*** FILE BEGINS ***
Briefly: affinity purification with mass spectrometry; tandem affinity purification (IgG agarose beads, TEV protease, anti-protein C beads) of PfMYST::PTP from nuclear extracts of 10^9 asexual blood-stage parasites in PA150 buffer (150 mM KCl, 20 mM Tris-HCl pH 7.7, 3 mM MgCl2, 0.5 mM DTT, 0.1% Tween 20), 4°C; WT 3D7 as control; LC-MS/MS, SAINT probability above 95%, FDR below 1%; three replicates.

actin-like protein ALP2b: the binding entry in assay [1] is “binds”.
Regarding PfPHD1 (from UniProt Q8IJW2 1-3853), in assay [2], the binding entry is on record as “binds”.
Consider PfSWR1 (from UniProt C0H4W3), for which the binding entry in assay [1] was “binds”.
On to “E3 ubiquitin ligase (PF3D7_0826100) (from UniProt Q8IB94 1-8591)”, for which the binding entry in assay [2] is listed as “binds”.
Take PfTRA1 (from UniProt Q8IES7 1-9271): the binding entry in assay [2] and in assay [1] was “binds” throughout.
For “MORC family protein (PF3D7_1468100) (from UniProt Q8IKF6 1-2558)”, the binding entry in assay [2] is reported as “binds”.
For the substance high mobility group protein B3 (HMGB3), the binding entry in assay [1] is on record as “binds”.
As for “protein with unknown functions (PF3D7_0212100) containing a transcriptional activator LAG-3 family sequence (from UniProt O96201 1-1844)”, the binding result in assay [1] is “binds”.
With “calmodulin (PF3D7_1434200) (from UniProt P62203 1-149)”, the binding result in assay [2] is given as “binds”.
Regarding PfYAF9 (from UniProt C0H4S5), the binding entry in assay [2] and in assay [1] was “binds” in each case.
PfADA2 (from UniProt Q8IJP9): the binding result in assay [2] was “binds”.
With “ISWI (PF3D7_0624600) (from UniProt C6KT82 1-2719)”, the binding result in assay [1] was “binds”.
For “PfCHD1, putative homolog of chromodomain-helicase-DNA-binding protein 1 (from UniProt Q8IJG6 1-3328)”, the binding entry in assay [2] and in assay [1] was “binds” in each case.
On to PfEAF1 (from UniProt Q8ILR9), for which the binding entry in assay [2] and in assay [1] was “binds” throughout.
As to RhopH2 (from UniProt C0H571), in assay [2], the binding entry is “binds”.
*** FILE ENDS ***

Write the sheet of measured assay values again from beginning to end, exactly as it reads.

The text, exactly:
Briefly: affinity purification with mass spectrometry; tandem affinity purification (IgG agarose beads, TEV protease, anti-protein C beads) of PfMYST::PTP from nuclear extracts of 10^9 asexual blood-stage parasites in PA150 buffer (150 mM KCl, 20 mM Tris-HCl pH 7.7, 3 mM MgCl2, 0.5 mM DTT, 0.1% Tween 20), 4°C; WT 3D7 as control; LC-MS/MS, SAINT probability above 95%, FDR below 1%; three replicates.

actin-like protein ALP2b: the binding entry in assay [1] is “binds”.
Regarding PfPHD1 (from UniProt Q8IJW2 1-3853), in assay [2], the binding entry is on record as “binds”.
Consider PfSWR1 (from UniProt C0H4W3), for which the binding entry in assay [1] was “binds”.
On to “E3 ubiquitin ligase (PF3D7_0826100) (from UniProt Q8IB94 1-8591)”, for which the binding entry in assay [2] is listed as “binds”.
Take PfTRA1 (from UniProt Q8IES7 1-9271): the binding entry in assay [2] and in assay [1] was “binds” throughout.
For “MORC family protein (PF3D7_1468100) (from UniProt Q8IKF6 1-2558)”, the binding entry in assay [2] is reported as “binds”.
For the substance high mobility group protein B3 (HMGB3), the binding entry in assay [1] is on record as “binds”.
As for “protein with unknown functions (PF3D7_0212100) containing a transcriptional activator LAG-3 family sequence (from UniProt O96201 1-1844)”, the binding result in assay [1] is “binds”.
With “calmodulin (PF3D7_1434200) (from UniProt P62203 1-149)”, the binding result in assay [2] is given as “binds”.
Regarding PfYAF9 (from UniProt C0H4S5), the binding entry in assay [2] and in assay [1] was “binds” in each case.
PfADA2 (from UniProt Q8IJP9): the binding result in assay [2] was “binds”.
With “ISWI (PF3D7_0624600) (from UniProt C6KT82 1-2719)”, the binding result in assay [1] was “binds”.
For “PfCHD1, putative homolog of chromodomain-helicase-DNA-binding protein 1 (from UniProt Q8IJG6 1-3328)”, the binding entry in assay [2] and in assay [1] was “binds” in each case.
On to PfEAF1 (from UniProt Q8ILR9), for which the binding entry in assay [2] and in assay [1] was “binds” throughout.
As to RhopH2 (from UniProt C0H571), in assay [2], the binding entry is “binds”.